(heat flow)

Thermal insulation is the reduction in heat loss from one side of a barrier to another. The properties of the material used for the insulation layer(s) will define the rate at which internal heat is lost. The four properties that describe a barrier's thermal characteristics are all described below.

Thermal conductivity applies equally well to a gas, a liquid and a solid, all of which have their own characteristic value (e.g. the thermal conductivity of water is 0.591 W/m/K (0.341 Btu/h/ft/R)).

Specifically, it is the quantity of heat (British Thermal Units or Calories) that passes through a barrier of unit thickness (1.0 foot or metre) separating a unit temperature difference (1.0 Rankine or Kelvin) over a unit period of time (1.0 second, minute or hour). The units used to describe this property can be in numerous forms mixing various units of length, but are normally expressed in Imperial units as "Btu/h/ft/R" and in metric units as "W/m/K".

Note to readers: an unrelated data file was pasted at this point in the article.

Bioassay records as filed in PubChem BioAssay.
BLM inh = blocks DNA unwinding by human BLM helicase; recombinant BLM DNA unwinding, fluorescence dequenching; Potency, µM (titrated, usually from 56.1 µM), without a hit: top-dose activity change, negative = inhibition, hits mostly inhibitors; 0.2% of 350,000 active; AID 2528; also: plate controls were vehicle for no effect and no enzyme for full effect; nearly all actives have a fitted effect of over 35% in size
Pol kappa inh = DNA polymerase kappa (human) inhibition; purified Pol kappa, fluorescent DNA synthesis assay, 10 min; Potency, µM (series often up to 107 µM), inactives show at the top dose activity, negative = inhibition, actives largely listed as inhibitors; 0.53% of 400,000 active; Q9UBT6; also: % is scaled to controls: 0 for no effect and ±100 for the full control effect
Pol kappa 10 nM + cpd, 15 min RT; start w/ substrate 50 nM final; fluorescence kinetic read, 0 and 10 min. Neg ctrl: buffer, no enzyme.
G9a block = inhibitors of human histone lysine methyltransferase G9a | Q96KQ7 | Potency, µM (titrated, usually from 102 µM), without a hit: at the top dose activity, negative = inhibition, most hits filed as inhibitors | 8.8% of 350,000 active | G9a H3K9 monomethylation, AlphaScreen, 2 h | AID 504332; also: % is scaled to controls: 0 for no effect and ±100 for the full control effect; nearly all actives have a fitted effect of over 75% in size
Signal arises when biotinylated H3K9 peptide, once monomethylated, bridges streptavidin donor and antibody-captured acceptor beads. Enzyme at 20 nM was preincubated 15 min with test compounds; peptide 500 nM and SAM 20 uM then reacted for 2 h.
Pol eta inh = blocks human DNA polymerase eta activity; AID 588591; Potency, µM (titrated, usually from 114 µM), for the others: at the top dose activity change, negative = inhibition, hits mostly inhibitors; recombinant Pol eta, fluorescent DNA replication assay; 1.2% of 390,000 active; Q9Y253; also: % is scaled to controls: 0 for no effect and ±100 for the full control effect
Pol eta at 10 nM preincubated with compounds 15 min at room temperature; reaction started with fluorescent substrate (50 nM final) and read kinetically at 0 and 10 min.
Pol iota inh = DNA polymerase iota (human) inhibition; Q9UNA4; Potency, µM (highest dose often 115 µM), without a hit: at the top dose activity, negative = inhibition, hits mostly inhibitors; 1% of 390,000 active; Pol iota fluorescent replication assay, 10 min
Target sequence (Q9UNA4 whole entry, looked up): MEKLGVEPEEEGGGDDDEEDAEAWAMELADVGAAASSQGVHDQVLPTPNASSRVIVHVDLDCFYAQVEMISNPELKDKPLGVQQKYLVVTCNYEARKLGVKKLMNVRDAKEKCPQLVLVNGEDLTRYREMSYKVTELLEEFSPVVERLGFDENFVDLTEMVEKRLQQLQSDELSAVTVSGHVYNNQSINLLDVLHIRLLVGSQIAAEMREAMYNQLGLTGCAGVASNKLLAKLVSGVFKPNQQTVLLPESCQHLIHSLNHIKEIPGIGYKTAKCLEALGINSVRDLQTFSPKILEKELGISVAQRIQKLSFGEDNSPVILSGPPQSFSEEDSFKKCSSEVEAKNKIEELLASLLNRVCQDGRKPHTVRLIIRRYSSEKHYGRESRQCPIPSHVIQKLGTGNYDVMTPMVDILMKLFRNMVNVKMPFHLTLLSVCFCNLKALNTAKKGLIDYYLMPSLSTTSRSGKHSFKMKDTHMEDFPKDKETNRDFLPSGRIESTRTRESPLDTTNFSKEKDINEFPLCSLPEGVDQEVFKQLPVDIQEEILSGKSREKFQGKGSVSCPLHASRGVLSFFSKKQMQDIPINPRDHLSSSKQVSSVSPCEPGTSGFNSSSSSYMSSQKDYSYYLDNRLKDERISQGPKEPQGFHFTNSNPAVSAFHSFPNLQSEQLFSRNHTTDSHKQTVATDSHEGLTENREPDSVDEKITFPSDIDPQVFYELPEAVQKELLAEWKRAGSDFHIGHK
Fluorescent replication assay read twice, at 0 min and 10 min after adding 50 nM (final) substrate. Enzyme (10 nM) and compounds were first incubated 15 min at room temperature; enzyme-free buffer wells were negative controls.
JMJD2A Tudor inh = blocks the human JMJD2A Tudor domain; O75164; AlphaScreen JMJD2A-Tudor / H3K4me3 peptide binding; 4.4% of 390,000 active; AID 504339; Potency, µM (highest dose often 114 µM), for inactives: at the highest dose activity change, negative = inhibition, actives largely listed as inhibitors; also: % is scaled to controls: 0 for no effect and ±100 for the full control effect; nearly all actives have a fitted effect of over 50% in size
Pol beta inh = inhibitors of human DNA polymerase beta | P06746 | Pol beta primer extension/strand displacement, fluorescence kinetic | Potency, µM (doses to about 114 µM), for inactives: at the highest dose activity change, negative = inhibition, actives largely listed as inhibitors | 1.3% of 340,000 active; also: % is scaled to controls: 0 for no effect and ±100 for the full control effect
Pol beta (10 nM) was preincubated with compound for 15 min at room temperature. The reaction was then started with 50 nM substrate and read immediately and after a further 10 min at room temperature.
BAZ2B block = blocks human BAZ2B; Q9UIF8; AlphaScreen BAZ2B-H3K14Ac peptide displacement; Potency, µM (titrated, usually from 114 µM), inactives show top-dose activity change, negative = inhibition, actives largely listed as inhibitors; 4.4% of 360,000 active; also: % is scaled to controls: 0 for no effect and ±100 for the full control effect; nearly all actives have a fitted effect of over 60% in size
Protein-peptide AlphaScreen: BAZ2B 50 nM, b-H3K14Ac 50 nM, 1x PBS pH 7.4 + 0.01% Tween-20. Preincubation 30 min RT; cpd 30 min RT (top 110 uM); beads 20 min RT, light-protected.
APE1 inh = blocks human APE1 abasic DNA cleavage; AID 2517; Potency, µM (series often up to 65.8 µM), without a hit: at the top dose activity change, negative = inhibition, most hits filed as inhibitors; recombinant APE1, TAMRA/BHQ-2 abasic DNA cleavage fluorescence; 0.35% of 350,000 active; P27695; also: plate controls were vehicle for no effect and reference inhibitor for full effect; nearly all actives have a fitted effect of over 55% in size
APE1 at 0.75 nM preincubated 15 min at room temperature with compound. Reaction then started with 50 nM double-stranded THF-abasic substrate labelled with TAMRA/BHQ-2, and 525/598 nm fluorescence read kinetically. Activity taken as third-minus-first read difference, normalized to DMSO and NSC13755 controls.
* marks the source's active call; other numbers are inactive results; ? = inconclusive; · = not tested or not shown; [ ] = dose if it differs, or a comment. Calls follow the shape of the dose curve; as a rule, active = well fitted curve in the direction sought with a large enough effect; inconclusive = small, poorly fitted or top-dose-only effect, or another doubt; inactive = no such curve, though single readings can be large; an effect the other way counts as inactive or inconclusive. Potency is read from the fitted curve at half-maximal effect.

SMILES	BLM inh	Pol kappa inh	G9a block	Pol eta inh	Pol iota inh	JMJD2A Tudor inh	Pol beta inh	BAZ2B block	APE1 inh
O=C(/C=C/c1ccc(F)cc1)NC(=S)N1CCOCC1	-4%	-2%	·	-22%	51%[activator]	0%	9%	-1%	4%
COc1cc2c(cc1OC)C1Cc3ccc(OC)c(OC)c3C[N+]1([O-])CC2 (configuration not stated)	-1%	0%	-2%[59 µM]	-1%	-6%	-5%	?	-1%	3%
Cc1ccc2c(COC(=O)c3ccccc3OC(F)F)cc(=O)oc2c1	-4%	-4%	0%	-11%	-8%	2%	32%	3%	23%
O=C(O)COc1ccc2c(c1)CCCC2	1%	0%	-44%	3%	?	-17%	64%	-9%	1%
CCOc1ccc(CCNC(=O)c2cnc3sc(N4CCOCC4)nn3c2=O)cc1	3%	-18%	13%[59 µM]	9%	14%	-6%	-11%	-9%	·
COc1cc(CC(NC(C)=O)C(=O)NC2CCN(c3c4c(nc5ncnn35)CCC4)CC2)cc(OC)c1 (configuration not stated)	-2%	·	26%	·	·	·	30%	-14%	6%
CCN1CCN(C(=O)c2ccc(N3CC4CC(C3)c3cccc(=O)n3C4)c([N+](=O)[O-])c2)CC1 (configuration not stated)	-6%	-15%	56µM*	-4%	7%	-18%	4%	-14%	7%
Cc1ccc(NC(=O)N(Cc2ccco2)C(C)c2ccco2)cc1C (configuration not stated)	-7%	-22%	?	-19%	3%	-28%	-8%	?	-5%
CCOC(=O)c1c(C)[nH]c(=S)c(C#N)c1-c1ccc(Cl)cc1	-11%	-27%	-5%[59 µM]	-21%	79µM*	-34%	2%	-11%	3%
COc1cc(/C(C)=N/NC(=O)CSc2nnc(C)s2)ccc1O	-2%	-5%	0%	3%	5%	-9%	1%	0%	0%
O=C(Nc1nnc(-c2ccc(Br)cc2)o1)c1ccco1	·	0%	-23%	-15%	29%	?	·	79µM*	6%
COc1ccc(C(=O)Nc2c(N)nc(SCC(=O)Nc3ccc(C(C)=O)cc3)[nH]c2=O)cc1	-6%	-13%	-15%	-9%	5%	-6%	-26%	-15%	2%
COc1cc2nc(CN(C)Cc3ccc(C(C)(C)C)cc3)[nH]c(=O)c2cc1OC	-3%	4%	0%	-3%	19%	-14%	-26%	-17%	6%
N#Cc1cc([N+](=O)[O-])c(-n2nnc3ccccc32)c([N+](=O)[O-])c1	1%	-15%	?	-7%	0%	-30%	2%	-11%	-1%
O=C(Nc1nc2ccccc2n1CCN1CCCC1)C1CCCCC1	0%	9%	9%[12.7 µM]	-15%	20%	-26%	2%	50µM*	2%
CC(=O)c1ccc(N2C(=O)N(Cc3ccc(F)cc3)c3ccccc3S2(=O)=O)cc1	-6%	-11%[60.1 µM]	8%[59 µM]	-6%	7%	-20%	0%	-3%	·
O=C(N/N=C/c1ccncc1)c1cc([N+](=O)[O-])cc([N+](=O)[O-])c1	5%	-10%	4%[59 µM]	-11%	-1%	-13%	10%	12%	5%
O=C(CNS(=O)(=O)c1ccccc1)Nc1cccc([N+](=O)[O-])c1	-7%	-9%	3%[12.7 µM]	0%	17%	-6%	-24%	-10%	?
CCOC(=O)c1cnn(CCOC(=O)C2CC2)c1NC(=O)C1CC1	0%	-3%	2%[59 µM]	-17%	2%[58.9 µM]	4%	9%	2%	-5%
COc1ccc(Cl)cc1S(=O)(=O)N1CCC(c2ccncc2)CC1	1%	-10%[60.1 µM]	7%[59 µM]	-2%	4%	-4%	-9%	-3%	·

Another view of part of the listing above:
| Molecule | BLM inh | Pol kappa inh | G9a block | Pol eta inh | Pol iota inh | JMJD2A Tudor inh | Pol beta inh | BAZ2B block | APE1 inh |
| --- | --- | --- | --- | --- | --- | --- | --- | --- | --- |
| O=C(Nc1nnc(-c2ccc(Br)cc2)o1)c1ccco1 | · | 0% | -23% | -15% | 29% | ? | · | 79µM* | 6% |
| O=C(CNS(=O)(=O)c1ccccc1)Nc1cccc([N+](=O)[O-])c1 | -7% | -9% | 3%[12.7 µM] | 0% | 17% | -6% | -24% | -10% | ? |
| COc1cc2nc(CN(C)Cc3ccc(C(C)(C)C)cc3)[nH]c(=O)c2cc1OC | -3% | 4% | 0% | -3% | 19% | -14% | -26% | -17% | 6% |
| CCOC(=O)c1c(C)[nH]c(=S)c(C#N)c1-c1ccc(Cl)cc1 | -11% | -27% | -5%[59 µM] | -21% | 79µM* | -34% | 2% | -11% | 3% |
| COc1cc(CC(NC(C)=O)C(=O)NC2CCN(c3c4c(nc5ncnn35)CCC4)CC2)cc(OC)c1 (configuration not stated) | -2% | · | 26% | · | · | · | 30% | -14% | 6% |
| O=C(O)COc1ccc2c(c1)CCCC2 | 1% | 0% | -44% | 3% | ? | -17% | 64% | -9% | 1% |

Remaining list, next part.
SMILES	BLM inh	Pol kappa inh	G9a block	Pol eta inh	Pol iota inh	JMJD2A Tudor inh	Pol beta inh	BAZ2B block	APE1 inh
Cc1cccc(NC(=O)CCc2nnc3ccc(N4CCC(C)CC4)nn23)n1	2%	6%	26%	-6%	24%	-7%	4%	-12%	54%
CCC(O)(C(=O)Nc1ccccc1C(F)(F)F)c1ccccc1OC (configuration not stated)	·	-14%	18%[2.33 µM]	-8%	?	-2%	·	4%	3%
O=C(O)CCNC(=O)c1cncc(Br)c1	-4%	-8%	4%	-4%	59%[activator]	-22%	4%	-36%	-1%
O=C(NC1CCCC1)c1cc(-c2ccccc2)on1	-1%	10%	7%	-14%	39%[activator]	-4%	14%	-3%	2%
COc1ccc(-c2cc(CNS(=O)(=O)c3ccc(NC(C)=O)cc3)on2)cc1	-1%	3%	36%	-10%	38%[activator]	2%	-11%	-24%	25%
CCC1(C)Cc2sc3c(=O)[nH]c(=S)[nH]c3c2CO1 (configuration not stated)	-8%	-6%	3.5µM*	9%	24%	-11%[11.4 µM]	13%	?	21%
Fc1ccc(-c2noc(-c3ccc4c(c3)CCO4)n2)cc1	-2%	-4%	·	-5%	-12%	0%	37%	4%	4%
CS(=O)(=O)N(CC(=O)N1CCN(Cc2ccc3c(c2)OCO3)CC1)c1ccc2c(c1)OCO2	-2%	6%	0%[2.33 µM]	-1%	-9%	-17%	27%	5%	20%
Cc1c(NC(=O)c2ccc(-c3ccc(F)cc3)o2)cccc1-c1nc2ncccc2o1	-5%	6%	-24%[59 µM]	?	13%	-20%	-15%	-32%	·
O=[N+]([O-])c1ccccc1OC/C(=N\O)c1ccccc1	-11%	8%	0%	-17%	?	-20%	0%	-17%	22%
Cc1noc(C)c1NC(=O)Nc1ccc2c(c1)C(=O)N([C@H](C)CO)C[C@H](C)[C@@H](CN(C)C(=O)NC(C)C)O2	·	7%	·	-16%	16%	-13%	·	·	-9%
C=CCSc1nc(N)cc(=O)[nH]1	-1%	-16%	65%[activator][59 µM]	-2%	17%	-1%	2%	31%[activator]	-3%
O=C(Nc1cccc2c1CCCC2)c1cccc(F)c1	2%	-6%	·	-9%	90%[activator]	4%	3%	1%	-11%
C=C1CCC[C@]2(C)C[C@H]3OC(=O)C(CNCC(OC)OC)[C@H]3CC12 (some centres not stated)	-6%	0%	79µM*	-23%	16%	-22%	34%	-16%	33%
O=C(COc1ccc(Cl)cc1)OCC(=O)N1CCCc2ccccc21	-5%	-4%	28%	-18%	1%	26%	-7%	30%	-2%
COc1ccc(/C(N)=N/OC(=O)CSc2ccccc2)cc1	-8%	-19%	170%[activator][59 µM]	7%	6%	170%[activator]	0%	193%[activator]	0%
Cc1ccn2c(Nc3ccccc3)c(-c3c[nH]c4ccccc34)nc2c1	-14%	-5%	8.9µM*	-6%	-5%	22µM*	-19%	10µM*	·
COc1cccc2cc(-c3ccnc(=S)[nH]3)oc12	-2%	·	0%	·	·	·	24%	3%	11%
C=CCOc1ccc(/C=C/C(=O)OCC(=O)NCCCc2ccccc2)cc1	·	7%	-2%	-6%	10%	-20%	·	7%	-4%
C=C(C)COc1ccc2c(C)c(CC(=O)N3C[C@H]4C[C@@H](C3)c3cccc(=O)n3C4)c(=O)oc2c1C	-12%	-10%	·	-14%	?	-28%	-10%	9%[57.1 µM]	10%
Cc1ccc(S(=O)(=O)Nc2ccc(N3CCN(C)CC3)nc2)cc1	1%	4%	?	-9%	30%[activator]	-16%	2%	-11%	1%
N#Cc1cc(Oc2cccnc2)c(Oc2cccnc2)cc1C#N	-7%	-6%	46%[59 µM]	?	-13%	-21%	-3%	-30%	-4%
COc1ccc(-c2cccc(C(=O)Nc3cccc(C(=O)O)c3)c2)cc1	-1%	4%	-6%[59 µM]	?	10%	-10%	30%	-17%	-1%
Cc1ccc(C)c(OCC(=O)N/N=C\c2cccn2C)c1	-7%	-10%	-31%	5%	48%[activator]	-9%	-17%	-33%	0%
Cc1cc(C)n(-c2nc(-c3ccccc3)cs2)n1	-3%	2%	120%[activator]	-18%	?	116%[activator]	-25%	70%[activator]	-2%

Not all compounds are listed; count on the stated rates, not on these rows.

Refer to 'Applicability' below

Heat transfer rate applies equally well to a gas, a liquid and a solid and refers to the rate at which a volume of it will lose its heat to its surroundings.

Specifically, it is the quantity of heat (British Thermal Units or Calories) that passes from a material or substance in a unit period of time (1.0 second, minute or hour). The units used to describe this property can be in numerous forms, but are normally expressed in Imperial units as "Btu/h" and in metric units as "W".

Refer to 'Applicability' below

Fig 1. Heat Loss from water

Heat transfer coefficient applies equally well to a gas, a liquid and a solid but is normally used as the thermal property specification for commercial products such as insulation boards or materials of a given thickness. So if you multiply this value by the thickness of the barrier material, you will have the Thermal Conductivity of the material from which the barrier has been manufactured.